Synopses & Reviews
Around 30 years ago, two things happened that were to revolutionize the understanding of our home planet. First, geologists realized that the continents themselves were drifting across the surface of the globe and that oceans were being created and destroyed. Secondly, pictures of the entire planet were returned from space. Suddenly, the Earth began to be viewed as a single entity; a dynamic, interacting whole, controlled by complex processes we scarcely understood.
This introduction is an all-encompassing look at the Earth: how it was formed and how it works. It explores the emerging geological research and explains how new advances in the understanding of plate tectonics, seismology, and satellite imagery have enabled us to begin to see the Earth for what it is, a dynamic and ever changing planet. It introduces the concepts of plate tectonics, continental drift, the earth's structure, and sea-floor spreading.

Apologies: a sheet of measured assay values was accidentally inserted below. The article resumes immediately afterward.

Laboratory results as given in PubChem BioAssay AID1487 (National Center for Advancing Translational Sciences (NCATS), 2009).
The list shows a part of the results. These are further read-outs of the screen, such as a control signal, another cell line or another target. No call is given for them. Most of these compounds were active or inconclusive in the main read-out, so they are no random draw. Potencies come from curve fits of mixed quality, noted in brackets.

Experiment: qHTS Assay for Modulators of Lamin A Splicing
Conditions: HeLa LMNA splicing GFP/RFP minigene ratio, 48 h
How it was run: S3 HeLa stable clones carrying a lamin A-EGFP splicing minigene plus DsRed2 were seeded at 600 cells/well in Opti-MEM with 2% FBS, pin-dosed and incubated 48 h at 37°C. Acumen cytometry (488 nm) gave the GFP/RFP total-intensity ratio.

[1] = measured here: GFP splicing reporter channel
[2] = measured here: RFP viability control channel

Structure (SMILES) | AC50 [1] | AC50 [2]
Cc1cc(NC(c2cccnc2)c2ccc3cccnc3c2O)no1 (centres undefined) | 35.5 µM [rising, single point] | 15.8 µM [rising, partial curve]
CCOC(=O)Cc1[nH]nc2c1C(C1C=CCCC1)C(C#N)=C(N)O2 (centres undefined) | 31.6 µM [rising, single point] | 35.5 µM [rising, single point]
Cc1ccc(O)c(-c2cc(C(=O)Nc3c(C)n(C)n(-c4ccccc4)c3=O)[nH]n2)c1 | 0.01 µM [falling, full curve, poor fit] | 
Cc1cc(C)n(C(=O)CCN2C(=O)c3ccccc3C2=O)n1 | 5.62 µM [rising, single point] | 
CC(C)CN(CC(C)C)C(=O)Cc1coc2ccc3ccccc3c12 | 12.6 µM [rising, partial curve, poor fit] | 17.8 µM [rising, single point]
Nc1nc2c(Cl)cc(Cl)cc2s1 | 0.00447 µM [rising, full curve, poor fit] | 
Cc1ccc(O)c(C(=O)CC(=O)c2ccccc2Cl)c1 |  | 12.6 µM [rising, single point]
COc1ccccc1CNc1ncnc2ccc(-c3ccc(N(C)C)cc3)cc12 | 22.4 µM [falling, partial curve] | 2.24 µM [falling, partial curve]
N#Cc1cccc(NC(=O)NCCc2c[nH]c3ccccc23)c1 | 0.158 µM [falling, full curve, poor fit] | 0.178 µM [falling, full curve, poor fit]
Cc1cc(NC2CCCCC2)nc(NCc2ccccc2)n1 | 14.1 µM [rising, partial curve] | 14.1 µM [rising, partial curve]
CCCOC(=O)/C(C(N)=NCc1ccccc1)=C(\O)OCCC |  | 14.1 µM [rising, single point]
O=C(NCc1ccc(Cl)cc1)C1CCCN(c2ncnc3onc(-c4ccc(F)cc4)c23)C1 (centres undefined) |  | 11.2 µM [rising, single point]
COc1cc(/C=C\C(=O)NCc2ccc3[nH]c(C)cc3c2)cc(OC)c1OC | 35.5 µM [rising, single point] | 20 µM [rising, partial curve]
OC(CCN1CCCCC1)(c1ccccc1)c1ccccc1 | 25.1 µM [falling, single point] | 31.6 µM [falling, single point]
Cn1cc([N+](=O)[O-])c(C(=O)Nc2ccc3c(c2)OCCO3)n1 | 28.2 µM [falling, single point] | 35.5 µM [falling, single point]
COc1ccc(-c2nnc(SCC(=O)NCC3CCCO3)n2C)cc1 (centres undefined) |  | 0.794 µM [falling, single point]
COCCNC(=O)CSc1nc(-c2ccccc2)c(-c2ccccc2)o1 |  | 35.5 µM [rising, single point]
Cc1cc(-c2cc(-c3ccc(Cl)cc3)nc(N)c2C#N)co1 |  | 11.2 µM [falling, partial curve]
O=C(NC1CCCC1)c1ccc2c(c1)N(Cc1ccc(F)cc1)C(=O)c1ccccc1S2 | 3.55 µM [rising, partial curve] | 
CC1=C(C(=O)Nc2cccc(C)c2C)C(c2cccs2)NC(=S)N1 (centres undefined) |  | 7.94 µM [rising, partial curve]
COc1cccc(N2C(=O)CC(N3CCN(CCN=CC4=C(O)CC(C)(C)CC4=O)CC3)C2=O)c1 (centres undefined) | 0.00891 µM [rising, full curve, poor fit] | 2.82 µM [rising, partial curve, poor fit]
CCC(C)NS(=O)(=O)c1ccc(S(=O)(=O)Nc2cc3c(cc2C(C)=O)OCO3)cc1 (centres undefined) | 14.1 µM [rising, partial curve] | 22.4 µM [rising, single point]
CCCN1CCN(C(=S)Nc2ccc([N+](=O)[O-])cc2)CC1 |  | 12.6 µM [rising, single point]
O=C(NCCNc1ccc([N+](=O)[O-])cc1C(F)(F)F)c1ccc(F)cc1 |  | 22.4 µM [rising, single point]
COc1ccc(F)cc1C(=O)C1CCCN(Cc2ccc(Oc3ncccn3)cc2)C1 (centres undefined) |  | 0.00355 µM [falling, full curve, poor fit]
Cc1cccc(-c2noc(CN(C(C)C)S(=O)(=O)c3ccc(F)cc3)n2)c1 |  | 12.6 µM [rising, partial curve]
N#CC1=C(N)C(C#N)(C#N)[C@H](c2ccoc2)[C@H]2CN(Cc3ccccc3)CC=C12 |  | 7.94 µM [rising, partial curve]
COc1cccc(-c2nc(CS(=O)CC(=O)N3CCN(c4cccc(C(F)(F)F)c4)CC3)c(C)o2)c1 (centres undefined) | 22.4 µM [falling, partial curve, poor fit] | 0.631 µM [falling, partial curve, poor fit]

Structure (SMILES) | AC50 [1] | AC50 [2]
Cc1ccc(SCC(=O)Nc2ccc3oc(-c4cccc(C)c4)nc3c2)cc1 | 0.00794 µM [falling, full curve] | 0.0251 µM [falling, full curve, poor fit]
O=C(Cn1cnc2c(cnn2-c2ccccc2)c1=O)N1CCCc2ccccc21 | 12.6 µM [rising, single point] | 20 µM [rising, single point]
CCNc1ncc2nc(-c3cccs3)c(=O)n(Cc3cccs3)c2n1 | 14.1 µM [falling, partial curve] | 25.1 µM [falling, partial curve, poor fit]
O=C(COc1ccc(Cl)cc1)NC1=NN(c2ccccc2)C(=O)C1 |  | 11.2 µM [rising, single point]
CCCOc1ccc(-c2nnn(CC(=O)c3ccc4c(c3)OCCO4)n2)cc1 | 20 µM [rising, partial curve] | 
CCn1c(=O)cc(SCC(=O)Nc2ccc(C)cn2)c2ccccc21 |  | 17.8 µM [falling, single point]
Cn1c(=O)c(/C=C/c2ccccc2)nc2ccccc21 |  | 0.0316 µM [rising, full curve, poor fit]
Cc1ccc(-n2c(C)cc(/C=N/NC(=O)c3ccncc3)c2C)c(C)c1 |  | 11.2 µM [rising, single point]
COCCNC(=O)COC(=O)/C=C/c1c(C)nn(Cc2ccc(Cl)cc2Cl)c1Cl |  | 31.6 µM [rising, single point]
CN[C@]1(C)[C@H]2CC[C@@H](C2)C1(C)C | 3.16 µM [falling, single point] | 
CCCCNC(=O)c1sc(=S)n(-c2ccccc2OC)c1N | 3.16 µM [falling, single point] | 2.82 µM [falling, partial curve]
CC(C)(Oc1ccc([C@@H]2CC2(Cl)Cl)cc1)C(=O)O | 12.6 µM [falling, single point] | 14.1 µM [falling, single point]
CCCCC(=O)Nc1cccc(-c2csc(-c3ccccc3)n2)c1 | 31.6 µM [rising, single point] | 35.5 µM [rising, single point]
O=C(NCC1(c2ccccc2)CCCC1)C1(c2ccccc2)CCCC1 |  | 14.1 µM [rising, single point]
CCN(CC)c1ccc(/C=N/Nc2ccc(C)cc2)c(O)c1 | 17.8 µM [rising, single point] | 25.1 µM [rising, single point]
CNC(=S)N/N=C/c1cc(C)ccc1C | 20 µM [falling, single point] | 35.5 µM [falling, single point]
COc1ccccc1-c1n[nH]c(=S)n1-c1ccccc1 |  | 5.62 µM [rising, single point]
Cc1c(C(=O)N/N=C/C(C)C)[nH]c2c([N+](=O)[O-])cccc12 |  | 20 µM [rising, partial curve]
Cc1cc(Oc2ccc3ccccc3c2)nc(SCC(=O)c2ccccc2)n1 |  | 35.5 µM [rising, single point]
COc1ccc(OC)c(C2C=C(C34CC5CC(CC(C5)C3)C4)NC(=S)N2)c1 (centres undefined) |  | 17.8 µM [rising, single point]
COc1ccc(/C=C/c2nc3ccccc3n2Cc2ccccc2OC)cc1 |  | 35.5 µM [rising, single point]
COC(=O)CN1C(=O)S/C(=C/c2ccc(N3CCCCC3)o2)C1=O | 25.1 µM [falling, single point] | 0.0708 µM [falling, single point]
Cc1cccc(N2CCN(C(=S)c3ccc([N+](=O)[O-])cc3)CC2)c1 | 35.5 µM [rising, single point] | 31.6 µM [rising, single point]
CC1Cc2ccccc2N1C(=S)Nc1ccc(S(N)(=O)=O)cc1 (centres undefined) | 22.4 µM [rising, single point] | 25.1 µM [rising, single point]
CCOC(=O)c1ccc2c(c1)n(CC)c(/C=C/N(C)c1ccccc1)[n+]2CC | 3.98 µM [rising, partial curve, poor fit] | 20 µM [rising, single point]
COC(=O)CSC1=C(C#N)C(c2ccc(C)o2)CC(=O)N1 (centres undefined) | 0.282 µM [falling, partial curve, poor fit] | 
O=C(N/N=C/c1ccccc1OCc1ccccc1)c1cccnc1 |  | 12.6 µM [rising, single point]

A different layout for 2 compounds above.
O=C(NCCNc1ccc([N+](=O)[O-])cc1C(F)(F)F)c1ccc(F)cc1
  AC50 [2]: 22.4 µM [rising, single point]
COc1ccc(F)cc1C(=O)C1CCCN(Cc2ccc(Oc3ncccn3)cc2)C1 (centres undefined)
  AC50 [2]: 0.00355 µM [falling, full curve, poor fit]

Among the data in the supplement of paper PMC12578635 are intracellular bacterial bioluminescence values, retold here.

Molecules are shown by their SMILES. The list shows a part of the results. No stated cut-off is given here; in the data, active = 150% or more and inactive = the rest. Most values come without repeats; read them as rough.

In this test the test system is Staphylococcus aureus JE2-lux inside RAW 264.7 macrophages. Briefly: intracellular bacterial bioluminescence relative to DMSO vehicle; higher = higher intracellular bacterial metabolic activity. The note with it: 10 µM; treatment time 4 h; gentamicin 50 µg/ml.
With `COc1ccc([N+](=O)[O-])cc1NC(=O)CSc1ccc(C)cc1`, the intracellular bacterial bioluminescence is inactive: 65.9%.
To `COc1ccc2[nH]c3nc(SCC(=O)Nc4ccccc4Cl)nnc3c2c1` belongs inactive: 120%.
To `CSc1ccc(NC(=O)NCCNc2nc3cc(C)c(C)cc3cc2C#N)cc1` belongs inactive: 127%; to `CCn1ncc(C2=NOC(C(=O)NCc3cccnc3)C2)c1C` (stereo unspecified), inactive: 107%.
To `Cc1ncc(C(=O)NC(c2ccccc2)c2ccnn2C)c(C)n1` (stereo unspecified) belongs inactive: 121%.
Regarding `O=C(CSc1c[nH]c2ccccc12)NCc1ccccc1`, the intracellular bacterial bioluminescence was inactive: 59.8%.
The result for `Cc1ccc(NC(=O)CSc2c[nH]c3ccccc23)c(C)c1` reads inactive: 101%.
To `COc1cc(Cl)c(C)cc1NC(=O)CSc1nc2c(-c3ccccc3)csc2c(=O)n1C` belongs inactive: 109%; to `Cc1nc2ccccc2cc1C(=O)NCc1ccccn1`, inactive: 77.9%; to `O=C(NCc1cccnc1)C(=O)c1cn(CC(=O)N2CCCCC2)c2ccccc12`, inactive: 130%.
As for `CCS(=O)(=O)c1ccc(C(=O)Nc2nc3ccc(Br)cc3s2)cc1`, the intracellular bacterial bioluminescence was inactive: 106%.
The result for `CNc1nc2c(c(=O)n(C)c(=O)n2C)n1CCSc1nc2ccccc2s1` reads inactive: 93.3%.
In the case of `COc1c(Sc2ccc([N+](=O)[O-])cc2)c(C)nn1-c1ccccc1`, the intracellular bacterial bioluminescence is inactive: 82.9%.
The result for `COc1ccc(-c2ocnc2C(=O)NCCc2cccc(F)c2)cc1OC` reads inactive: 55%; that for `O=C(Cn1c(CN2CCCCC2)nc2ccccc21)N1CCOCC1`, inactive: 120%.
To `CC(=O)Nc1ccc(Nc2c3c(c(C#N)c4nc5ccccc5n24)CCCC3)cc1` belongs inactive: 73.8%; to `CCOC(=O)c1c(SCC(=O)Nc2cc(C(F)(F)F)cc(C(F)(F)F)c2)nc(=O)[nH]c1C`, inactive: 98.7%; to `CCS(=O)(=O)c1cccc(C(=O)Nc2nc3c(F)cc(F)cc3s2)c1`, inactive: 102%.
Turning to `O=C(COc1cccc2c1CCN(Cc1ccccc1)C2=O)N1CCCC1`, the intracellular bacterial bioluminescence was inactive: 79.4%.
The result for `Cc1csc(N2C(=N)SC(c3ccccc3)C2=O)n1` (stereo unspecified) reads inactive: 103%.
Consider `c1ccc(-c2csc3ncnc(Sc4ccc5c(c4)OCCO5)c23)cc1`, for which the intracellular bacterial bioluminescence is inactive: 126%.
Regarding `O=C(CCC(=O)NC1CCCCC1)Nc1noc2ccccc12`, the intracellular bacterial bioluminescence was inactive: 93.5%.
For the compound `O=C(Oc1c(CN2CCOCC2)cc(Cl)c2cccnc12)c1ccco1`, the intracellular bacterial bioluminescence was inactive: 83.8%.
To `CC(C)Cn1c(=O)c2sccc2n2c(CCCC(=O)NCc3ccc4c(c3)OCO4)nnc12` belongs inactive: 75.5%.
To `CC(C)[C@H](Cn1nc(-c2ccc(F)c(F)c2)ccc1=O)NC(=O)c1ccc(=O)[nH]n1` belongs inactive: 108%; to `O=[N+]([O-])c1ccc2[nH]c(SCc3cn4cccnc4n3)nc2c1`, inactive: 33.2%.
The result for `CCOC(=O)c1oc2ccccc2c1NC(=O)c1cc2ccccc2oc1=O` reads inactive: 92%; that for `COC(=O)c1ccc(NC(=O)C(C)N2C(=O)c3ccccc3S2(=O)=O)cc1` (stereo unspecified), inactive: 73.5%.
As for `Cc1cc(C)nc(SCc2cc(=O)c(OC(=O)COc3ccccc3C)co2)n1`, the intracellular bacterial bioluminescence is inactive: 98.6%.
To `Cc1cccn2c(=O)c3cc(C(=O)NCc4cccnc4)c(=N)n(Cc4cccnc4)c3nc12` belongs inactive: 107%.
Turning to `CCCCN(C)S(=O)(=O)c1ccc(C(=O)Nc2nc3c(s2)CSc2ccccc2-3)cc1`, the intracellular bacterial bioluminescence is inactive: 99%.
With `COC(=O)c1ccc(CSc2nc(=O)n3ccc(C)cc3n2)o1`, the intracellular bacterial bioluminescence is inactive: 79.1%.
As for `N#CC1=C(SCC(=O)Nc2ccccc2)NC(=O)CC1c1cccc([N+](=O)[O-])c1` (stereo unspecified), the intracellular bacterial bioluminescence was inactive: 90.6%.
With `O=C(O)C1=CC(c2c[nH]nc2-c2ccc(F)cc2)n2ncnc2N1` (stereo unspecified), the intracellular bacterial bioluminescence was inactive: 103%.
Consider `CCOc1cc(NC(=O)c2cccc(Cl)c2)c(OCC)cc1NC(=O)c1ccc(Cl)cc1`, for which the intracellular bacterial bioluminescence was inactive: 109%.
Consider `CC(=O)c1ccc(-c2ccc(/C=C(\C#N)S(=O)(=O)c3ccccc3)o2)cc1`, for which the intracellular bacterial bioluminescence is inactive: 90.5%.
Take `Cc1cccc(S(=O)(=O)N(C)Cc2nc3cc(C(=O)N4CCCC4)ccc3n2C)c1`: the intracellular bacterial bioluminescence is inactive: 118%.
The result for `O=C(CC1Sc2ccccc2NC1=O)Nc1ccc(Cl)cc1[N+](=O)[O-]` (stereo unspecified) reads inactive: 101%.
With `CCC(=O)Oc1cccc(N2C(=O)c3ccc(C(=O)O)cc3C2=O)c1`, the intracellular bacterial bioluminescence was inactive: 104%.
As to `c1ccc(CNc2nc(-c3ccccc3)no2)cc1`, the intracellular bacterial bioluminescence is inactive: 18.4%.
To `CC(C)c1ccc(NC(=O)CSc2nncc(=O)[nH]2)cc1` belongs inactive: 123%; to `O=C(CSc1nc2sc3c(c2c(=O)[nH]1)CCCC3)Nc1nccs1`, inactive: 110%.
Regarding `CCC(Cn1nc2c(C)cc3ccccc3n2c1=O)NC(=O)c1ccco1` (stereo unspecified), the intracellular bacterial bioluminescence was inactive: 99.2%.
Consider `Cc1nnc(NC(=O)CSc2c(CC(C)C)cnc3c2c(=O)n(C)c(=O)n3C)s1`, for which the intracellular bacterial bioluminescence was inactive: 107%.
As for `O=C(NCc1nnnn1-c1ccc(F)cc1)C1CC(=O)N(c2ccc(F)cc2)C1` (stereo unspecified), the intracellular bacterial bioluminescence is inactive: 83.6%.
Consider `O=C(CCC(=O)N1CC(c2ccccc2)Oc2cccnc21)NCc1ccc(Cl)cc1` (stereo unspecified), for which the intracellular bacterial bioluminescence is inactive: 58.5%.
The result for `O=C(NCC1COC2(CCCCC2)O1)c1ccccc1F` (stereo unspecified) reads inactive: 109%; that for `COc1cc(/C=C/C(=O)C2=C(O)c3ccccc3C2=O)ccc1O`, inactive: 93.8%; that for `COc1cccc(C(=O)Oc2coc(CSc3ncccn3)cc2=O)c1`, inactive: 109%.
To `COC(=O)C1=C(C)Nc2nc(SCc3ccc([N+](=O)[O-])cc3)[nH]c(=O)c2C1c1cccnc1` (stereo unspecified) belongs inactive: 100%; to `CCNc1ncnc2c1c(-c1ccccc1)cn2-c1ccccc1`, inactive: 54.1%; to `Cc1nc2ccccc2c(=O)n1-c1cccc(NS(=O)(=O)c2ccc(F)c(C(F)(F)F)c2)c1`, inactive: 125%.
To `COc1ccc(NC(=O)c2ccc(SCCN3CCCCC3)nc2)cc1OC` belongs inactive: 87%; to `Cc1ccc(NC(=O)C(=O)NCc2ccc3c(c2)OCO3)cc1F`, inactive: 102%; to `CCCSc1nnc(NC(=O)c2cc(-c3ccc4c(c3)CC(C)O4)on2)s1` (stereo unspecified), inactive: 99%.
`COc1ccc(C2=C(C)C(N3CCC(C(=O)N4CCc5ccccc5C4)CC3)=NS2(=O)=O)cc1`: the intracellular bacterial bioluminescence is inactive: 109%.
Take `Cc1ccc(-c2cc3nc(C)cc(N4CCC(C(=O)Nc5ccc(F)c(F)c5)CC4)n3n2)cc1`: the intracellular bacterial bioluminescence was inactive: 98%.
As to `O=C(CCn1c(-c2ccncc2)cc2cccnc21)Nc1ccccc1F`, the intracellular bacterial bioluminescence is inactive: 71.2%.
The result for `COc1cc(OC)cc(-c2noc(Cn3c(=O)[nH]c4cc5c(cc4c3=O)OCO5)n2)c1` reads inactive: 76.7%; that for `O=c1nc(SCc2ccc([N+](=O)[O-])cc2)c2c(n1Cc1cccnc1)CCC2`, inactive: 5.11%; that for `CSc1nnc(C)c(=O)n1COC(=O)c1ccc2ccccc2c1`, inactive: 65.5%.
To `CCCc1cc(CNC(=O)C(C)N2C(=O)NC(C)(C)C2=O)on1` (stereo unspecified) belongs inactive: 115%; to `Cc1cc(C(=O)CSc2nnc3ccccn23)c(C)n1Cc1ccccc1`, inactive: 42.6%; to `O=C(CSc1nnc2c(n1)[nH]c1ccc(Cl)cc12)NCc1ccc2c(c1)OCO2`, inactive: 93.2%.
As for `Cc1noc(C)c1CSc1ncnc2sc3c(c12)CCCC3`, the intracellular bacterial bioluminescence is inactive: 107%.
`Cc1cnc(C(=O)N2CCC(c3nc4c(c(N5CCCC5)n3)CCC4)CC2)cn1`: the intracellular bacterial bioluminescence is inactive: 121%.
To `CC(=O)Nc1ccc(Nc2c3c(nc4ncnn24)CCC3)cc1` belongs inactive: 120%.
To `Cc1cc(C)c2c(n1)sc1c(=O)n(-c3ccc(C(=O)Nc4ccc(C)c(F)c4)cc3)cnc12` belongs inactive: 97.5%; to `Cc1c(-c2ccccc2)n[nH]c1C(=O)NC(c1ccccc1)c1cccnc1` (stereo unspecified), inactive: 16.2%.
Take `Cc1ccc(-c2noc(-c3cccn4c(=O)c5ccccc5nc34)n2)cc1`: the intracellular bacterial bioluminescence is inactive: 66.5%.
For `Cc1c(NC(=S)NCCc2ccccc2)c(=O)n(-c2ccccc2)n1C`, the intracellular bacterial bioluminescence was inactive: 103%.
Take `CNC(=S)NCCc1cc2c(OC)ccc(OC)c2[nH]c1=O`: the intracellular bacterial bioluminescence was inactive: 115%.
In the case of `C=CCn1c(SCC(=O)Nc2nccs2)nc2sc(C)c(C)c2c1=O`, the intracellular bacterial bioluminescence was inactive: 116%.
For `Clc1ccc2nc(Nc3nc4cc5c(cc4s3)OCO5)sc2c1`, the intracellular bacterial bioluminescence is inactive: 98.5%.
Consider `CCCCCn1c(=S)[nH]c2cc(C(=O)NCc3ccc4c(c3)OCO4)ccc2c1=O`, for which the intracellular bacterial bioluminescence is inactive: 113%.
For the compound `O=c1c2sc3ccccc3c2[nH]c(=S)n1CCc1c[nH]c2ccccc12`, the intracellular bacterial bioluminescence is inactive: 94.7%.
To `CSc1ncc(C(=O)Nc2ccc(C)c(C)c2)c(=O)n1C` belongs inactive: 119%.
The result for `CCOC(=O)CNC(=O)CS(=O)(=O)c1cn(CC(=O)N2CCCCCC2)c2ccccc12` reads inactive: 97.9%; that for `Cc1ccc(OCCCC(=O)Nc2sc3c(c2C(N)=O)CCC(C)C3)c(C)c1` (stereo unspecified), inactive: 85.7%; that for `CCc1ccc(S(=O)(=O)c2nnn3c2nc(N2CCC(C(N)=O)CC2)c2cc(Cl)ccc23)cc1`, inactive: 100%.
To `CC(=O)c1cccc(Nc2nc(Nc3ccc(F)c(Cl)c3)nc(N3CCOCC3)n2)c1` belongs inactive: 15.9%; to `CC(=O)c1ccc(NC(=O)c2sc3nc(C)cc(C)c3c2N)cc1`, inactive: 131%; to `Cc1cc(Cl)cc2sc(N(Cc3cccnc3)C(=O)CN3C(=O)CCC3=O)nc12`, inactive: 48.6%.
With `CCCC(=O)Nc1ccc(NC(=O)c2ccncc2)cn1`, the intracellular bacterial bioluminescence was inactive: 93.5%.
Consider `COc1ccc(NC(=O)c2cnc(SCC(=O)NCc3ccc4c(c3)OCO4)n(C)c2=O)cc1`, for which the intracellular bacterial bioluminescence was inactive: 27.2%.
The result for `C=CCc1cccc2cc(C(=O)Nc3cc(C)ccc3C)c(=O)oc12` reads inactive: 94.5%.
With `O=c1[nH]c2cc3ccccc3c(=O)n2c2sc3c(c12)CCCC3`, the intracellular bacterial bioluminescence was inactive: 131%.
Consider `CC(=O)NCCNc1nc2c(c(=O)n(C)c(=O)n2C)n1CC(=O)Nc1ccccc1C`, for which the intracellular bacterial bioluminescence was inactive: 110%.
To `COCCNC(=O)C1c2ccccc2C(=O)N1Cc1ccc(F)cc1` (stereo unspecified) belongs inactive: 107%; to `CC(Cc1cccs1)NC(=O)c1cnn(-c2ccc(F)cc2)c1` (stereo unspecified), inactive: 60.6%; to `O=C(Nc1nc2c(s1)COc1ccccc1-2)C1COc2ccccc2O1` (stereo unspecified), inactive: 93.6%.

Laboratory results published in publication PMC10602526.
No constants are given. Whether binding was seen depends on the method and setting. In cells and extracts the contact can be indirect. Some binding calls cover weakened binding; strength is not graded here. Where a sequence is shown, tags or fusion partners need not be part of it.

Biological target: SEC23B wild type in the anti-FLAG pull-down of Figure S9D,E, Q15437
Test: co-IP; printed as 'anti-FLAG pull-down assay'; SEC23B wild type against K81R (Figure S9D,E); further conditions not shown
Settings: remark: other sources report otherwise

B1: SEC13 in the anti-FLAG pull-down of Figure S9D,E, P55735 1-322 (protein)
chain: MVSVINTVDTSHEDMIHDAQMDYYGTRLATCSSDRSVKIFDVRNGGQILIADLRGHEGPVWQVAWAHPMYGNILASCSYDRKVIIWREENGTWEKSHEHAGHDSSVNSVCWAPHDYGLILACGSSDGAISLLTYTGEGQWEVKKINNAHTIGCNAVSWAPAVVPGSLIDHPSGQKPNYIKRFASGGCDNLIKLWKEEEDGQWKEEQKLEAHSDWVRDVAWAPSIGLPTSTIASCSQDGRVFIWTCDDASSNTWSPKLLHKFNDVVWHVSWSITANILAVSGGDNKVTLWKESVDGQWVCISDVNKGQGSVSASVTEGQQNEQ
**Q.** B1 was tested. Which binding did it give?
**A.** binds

"A useful overview of the processes that have shaped our planet. All in all, if you have limited time and only want to dip into a subject, this sort of condensed introduction to a complicated topic like the Earth will hopefully whet your appetite for a more in-depth knowledge."--Katherine Joy, The Astrobiology Society of Britain
Includes bibliographical references (p. 135-136) and index.
About the Author
Martin Redfern studied geology at University College London. He has written extensively for magazines and newspapers such as New Scientist, The Economist, the Sunday Times, and the Independent on Sunday.
Table of Contents
1. Dynamic Planet
2. Deep Time
3. Deep Earth
4. Under the Sea
5. Drifting Continents
7. When the Ground Shakes